77th MLB All-Star Game

Bud Selig’s career slash line is .000/.000/.000. He has zero plate appearances and zero batters faced. Bud Selig used to own the Milwaukee Brewers and has served as baseball’s commissioner for what seems like 200 years.

Bud Selig made a lot of rich men much richer. As those men get richer, the players — the top 1% of players, anyway — got much richer too. Lots of people around baseball are very rich. I might paraphrase Chris Rock here: the players are rich but the owners are wealthy.

Bu Selig’s lasting legacy will be one of wealth and prosperity. Not without some bumps in the road. Bud Selig piloted the good ship baseball to the best of his ability, ignoring or smashing down the bumps depending on their ability to prevent the wealthy people increasing their wealth.

I’m not class warrior – that’s the commissioner’s job. Keep the wealth flowing. Bud Selig did it well. That’s his mandate.

Every decision made under Selig’s stewardship was informed by its ability to increase wealth. Baseball is not alone in this pursuit. It feels like every action in our world is made in the interest of increasing the stock price. In ensuring a nice return for investors. This article-thing is no different, in its way.

Expanded playoffs, TV deals, steroids, All Star games, unbalanced schedules. Bud Selig put his name on these evolutions in baseball to make rich people richer. That’s it. Angry as it makes fans and writers, this is in scope in which Bud Selig’s job performance and lasting legacy must be judged. The relative health of the game comes second to the relative health of the stakeholders’s bottom line.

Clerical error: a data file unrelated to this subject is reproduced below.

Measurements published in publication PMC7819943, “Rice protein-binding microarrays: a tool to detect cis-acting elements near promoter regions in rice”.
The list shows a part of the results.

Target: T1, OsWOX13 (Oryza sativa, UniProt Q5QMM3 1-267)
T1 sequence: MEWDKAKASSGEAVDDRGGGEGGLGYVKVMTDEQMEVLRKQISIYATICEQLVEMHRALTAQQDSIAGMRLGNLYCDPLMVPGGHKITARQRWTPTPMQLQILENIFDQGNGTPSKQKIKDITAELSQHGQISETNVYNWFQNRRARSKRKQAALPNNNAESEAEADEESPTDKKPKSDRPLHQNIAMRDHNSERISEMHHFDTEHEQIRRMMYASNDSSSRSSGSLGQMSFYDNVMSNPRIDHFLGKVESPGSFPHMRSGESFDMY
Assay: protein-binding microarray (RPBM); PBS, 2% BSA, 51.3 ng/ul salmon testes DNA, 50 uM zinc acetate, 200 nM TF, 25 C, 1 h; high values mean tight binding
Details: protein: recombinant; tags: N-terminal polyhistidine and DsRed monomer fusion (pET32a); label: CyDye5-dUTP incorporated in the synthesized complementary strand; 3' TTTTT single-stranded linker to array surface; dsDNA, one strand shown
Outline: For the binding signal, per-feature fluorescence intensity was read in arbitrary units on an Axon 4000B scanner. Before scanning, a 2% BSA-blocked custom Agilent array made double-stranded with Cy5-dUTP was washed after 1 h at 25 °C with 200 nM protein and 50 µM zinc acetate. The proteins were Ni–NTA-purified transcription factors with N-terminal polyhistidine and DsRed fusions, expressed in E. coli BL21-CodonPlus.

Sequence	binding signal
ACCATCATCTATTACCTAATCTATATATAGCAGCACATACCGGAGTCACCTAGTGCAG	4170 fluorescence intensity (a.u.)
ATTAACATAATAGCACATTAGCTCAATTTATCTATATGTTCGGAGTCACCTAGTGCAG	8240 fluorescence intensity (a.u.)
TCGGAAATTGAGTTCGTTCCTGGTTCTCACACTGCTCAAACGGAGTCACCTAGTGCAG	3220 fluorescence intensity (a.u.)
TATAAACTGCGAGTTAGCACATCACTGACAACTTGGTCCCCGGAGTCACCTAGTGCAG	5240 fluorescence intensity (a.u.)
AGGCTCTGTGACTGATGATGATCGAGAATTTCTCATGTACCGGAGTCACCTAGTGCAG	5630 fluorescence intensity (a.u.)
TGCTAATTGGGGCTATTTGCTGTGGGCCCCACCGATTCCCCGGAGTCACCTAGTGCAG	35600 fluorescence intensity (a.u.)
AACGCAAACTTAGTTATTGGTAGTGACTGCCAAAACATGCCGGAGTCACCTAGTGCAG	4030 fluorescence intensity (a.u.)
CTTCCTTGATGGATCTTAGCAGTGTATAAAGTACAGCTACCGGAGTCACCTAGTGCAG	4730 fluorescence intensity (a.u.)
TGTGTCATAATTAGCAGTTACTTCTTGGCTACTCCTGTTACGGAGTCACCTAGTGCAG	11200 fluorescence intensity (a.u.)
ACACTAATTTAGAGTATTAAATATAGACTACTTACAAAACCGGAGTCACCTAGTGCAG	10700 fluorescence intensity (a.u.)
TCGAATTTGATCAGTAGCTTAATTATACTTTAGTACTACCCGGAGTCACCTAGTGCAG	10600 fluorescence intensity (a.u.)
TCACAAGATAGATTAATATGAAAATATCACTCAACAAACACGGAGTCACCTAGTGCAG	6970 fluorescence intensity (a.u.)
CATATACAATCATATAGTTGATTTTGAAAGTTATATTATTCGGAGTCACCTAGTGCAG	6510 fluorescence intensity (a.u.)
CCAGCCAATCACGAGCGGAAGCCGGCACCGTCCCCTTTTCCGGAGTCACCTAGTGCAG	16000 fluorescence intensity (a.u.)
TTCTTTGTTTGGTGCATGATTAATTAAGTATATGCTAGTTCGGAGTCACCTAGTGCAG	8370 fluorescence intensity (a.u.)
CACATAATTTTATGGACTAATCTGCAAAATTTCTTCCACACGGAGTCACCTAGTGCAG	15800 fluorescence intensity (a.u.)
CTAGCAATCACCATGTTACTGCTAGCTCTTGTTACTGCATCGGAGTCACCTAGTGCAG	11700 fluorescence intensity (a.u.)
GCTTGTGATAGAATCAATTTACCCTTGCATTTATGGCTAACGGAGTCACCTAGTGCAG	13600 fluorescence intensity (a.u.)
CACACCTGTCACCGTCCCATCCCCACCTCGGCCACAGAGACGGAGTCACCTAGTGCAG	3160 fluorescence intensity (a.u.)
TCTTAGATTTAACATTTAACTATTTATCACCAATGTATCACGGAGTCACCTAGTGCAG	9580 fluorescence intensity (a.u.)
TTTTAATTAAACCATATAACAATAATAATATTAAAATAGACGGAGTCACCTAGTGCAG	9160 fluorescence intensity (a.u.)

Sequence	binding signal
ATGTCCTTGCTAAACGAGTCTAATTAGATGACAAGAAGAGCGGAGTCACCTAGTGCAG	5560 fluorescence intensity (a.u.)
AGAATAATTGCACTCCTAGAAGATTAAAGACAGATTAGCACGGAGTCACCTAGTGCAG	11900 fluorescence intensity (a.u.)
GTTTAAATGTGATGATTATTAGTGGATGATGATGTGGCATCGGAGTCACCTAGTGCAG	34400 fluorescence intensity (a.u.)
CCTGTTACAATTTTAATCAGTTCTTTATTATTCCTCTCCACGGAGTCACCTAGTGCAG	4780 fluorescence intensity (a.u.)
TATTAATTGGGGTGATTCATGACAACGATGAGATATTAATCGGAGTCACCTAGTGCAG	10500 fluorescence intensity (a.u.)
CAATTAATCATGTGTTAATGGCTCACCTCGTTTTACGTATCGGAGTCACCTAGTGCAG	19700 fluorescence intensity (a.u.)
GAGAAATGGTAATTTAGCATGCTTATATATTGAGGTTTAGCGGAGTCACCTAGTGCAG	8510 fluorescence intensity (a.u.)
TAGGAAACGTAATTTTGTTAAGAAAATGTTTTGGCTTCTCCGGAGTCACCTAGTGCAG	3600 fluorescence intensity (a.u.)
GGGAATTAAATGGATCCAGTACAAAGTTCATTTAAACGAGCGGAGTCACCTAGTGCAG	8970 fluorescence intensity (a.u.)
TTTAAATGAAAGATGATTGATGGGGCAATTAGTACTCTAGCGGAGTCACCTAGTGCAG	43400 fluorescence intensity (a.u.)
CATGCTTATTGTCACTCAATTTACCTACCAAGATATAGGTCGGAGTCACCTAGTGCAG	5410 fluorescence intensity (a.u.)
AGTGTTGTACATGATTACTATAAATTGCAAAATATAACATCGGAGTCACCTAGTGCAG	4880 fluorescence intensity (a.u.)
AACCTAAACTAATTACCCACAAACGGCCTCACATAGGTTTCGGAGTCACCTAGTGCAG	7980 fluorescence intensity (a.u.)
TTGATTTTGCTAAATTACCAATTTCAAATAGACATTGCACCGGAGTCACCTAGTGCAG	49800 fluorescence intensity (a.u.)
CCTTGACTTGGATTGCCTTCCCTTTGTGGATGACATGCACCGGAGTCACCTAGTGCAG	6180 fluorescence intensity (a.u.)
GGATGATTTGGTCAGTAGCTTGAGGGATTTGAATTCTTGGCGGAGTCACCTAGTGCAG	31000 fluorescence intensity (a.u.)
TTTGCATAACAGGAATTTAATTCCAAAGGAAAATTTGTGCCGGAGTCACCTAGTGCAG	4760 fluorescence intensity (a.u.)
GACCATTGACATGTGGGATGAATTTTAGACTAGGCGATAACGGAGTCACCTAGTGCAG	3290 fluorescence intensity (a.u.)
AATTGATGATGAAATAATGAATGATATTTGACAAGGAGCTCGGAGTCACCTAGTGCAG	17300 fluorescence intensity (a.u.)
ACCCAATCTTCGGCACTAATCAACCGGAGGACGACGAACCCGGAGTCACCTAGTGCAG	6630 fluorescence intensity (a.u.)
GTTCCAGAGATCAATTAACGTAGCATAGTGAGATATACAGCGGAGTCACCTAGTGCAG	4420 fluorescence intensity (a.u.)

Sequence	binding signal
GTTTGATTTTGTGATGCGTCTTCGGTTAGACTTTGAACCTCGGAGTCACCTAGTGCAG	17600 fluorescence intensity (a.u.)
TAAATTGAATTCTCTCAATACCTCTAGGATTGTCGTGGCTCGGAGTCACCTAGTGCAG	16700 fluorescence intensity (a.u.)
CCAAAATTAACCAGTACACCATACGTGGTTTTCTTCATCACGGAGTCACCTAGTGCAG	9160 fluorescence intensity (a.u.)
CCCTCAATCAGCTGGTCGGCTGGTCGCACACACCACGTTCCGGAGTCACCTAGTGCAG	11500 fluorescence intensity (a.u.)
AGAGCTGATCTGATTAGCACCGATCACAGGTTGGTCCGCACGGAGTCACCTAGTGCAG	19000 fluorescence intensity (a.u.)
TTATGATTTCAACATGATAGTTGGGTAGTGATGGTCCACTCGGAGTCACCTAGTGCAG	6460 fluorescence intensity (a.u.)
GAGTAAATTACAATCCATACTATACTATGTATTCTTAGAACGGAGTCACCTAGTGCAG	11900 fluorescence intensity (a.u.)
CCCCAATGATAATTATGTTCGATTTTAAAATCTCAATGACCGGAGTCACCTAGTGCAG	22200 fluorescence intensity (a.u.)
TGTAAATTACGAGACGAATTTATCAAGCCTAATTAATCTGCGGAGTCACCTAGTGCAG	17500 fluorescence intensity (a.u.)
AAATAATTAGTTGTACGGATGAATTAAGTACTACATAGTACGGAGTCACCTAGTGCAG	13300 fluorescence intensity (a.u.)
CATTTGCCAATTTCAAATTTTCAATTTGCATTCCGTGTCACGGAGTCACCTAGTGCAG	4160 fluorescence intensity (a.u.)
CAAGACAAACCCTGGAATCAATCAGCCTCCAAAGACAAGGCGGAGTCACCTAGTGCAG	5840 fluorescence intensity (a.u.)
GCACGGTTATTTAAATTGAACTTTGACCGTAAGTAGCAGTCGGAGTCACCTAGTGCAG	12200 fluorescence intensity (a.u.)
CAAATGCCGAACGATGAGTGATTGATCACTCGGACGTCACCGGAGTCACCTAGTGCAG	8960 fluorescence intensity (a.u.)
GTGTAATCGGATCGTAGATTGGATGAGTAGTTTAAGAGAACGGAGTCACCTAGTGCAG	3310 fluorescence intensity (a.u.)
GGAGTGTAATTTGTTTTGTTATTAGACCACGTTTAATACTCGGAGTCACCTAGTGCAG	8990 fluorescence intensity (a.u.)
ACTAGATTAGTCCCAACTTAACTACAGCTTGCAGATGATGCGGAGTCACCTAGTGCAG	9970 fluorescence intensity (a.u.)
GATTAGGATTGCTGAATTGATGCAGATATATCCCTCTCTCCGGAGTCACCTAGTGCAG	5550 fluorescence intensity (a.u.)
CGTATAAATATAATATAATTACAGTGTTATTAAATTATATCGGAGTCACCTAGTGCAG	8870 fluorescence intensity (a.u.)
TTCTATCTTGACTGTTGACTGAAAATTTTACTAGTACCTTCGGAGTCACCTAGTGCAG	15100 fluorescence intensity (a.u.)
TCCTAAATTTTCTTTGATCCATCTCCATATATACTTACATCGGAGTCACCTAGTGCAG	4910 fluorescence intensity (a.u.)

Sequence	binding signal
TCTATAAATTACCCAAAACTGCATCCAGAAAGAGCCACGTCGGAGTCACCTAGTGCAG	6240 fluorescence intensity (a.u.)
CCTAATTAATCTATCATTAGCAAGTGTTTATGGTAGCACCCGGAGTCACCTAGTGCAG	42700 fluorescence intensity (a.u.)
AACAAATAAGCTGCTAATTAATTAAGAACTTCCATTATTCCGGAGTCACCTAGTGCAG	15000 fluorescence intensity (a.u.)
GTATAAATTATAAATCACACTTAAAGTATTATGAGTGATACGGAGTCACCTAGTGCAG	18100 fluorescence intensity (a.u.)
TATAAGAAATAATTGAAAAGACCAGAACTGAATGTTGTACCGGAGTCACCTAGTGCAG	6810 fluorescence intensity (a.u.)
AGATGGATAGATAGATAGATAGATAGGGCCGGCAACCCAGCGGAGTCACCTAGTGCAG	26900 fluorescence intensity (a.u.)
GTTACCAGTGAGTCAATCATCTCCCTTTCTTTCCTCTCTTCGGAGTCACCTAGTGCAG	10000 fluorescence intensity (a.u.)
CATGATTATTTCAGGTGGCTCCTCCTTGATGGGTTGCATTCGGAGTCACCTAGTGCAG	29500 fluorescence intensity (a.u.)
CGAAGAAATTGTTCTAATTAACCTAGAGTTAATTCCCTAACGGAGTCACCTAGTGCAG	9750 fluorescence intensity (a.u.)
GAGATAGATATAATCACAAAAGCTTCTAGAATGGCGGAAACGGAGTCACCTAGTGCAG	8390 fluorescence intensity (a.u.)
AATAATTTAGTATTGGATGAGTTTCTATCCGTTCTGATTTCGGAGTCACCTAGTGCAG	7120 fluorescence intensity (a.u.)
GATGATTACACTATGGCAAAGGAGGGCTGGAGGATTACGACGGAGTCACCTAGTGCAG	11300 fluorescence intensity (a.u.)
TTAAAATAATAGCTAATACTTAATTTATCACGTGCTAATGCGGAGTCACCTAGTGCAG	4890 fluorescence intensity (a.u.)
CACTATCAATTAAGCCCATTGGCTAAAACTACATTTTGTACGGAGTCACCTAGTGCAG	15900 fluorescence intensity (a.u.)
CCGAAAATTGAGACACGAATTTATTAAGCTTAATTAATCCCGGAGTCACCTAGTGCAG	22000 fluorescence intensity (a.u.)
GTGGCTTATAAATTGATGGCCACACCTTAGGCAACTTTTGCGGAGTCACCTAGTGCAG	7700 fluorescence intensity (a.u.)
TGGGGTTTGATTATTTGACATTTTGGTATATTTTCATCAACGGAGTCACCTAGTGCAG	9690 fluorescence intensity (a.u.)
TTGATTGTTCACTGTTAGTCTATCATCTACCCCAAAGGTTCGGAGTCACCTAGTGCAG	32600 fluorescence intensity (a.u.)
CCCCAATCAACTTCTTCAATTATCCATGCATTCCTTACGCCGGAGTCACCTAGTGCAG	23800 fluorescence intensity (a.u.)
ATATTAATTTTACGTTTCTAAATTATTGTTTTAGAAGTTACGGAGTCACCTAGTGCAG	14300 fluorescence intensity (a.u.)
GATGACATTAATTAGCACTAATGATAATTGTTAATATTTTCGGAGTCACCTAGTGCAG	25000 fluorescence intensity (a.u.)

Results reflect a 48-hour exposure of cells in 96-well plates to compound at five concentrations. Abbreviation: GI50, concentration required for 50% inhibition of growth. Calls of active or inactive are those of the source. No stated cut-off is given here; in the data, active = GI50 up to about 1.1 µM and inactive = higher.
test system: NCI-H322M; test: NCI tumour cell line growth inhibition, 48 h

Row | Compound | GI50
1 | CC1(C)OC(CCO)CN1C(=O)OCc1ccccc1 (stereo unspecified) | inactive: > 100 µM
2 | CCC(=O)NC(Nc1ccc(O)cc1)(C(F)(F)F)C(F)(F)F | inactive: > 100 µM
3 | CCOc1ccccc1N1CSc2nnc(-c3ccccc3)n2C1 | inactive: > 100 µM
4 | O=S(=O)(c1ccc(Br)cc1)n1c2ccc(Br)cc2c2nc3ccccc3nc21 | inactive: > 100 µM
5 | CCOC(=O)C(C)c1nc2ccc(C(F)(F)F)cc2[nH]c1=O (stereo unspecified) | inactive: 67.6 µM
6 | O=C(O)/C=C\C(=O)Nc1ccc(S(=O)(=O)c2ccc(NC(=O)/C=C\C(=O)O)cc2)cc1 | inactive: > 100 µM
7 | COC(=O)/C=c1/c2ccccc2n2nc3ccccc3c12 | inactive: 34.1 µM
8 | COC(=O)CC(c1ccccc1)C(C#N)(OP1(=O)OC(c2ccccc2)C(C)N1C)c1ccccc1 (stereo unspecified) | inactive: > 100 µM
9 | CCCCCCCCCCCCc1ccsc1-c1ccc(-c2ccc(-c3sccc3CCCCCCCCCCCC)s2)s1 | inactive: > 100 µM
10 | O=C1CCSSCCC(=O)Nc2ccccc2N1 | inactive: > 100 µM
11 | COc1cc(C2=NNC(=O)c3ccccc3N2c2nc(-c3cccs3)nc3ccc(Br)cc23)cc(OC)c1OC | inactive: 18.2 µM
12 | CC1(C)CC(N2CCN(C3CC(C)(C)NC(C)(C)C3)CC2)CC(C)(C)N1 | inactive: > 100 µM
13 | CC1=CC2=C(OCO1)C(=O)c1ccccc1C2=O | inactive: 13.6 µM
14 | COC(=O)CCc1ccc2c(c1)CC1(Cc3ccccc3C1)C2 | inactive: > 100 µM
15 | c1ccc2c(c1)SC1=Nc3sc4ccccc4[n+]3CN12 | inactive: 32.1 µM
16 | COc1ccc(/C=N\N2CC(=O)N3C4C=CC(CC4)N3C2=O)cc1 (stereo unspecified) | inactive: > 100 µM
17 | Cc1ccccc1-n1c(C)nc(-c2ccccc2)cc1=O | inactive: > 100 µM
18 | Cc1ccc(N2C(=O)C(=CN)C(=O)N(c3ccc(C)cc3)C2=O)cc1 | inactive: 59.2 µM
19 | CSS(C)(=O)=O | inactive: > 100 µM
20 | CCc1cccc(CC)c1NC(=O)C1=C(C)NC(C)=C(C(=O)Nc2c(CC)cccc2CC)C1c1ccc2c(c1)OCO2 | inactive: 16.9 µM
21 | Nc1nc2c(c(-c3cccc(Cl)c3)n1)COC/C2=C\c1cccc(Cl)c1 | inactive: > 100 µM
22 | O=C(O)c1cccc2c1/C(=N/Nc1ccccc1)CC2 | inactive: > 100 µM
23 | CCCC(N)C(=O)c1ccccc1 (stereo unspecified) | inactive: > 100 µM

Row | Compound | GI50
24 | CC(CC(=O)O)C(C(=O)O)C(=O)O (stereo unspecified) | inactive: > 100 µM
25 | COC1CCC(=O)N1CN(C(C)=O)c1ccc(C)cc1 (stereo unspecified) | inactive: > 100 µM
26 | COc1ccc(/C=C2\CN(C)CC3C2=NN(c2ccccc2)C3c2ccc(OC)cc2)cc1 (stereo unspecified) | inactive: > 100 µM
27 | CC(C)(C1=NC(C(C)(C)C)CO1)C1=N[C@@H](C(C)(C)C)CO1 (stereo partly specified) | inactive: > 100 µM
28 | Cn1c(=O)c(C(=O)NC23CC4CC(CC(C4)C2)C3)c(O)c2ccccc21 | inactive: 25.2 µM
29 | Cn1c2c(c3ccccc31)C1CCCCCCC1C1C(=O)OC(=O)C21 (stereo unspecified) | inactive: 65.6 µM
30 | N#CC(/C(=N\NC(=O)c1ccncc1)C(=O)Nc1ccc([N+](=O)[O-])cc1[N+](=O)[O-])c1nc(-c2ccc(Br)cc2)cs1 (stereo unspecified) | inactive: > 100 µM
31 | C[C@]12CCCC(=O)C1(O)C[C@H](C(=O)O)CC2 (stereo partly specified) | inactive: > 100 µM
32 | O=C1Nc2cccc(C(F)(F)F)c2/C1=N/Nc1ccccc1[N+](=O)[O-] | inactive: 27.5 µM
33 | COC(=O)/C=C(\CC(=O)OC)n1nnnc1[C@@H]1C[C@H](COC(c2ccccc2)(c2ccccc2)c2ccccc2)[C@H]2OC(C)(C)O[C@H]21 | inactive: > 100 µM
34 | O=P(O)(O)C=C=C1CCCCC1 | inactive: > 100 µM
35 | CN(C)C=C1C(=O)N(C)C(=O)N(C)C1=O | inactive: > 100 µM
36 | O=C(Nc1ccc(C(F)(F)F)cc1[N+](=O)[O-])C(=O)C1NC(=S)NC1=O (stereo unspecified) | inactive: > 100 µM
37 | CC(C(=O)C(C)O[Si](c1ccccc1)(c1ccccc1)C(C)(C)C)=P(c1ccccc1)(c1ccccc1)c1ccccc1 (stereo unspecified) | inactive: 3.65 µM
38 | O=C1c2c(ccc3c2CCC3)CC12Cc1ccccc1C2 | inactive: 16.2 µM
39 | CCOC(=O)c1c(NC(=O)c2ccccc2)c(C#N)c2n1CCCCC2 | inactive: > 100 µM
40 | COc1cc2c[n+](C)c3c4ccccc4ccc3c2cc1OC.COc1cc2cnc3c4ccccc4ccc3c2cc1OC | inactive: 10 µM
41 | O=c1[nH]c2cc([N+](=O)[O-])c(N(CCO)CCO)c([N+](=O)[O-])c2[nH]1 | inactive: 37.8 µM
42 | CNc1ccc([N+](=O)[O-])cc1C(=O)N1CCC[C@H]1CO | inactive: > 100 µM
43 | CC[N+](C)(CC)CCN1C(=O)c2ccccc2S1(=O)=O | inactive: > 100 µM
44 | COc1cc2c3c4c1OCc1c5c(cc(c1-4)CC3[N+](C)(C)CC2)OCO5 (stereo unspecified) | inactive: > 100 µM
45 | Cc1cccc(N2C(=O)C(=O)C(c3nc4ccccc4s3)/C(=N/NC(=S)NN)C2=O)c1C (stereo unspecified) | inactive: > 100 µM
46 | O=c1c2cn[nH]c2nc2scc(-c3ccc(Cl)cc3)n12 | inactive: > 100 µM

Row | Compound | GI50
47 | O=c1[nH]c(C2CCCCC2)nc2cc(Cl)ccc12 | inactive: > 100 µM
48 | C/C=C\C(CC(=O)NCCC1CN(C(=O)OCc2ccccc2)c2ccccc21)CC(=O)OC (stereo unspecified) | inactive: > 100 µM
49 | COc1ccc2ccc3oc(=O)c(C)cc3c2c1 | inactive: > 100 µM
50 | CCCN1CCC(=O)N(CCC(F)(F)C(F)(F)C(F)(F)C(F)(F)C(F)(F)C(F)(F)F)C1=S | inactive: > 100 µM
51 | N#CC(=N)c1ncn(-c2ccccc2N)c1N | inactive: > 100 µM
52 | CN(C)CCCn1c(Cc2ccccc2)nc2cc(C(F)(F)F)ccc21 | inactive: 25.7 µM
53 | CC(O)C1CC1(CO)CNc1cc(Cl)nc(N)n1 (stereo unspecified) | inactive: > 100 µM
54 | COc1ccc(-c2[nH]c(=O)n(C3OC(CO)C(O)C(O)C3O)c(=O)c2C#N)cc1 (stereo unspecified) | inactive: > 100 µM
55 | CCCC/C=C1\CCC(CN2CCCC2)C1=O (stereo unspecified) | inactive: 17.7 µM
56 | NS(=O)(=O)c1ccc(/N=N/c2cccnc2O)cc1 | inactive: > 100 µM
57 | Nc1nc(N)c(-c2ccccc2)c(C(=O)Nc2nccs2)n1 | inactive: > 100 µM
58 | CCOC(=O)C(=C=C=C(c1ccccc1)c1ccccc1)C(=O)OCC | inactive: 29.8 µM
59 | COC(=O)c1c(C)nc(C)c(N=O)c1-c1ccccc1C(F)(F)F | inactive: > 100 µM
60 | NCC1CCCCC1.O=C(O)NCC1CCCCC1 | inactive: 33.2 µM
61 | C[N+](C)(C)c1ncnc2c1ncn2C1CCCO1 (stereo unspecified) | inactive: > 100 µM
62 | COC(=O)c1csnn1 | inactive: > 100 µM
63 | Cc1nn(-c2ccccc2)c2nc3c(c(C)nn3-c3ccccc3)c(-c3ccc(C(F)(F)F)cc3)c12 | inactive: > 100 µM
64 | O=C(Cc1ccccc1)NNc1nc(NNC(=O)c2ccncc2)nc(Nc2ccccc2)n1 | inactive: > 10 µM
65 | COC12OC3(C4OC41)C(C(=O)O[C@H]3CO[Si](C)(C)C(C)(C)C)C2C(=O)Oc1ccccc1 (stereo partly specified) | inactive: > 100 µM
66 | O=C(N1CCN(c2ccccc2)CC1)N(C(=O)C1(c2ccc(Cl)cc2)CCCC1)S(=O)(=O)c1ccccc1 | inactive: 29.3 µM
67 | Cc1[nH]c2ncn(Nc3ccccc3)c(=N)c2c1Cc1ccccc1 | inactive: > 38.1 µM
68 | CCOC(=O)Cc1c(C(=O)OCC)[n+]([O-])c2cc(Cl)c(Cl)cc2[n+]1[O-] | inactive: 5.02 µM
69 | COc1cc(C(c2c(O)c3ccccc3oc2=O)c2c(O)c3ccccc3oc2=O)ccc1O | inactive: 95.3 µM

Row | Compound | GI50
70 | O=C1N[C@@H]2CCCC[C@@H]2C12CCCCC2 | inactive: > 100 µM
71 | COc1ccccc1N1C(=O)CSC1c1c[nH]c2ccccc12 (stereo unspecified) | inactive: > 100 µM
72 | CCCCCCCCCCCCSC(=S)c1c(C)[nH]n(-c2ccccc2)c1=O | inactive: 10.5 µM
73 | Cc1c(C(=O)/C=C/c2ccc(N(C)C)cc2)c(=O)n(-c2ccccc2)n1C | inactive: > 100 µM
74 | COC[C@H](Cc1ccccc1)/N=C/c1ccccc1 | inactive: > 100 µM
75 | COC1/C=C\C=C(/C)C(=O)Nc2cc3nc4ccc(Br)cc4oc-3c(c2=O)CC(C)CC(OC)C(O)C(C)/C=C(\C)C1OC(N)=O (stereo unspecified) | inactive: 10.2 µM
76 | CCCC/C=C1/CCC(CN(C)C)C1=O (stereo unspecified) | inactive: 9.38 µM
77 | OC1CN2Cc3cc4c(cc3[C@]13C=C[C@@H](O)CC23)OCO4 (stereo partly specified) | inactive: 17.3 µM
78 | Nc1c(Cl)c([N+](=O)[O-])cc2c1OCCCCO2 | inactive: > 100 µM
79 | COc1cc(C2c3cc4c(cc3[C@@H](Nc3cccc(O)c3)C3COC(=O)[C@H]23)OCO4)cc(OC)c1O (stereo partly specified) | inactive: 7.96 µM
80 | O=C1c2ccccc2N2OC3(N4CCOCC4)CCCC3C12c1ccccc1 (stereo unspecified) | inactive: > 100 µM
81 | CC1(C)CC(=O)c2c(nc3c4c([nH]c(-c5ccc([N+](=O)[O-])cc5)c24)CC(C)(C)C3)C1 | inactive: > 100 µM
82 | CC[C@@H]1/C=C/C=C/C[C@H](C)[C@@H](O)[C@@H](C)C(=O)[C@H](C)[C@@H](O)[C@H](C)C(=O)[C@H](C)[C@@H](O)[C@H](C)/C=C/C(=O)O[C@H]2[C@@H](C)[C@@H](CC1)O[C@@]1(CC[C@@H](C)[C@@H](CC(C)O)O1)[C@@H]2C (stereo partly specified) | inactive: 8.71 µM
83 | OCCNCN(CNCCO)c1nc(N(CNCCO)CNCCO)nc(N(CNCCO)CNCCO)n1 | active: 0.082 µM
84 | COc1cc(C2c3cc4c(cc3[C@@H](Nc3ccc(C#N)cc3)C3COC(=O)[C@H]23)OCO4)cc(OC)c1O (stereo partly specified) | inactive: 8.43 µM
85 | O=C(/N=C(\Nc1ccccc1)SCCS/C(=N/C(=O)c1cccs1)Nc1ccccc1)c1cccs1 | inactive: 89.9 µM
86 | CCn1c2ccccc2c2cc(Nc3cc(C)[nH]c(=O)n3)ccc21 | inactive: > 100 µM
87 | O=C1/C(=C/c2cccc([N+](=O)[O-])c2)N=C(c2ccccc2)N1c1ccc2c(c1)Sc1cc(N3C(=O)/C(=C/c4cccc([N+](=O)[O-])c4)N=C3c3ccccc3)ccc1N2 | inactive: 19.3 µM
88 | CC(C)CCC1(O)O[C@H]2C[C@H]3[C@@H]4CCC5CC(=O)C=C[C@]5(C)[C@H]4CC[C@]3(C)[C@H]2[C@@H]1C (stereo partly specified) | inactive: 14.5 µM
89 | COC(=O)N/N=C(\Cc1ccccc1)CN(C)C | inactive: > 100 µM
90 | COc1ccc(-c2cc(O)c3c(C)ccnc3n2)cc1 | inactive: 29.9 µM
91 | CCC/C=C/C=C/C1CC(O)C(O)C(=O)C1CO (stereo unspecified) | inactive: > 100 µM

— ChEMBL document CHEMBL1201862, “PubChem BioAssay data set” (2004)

The labor peace, the increased international presence, whatever other positives you can draw from Selig’s tenure come back to the same mission statement. It’s a business and it’s his job. The flowery good of the game romance isn’t even a distant second.

It is for this reason I don’t really care if Bud Selig stays or goes. For more than 20 years, his was the face of a much larger decision-making machinery. Too much blame and too much credit lands at his feet in equal amounts. But he isn’t a baseball player. He wasn’t a baseball player. He won’t be a baseball player. So his coming and going doesn’t do much for me.

I mean, it does mean something to me. Not even I am so naive to believe his edicts from on high don’t trickle down and change the way teams and players approach the game. From front offices making aggressive moves in pursuit of the second wild card to players and their contract conditions dictating all aspects of team building. But these are still factors in the business of baseball, not the game of baseball.

I’m not smart enough of patient enough to spend much time worrying about the business of baseball. Whatever precious little understand I gained of the business side of the game is more a work hazard than legitimate personal interest.

When Bud finally steps away, some other man in a suit will take over and his goal and reason for being will be identical to Bud’s. Maybe he won’t be so schlubby or nebbish but his mandate the same. Somebody will write a book about Selig and history will smile on the wealth he helped transfer and the state of the game upon his exit (remarkably healthy.) But nothing will really change. Nor should it.

But you can’t make me care about it. This ironically detached post is the best you’ll get, Bud. Enjoy retirement. Thanks for not driving baseball into bankruptcy, I guess.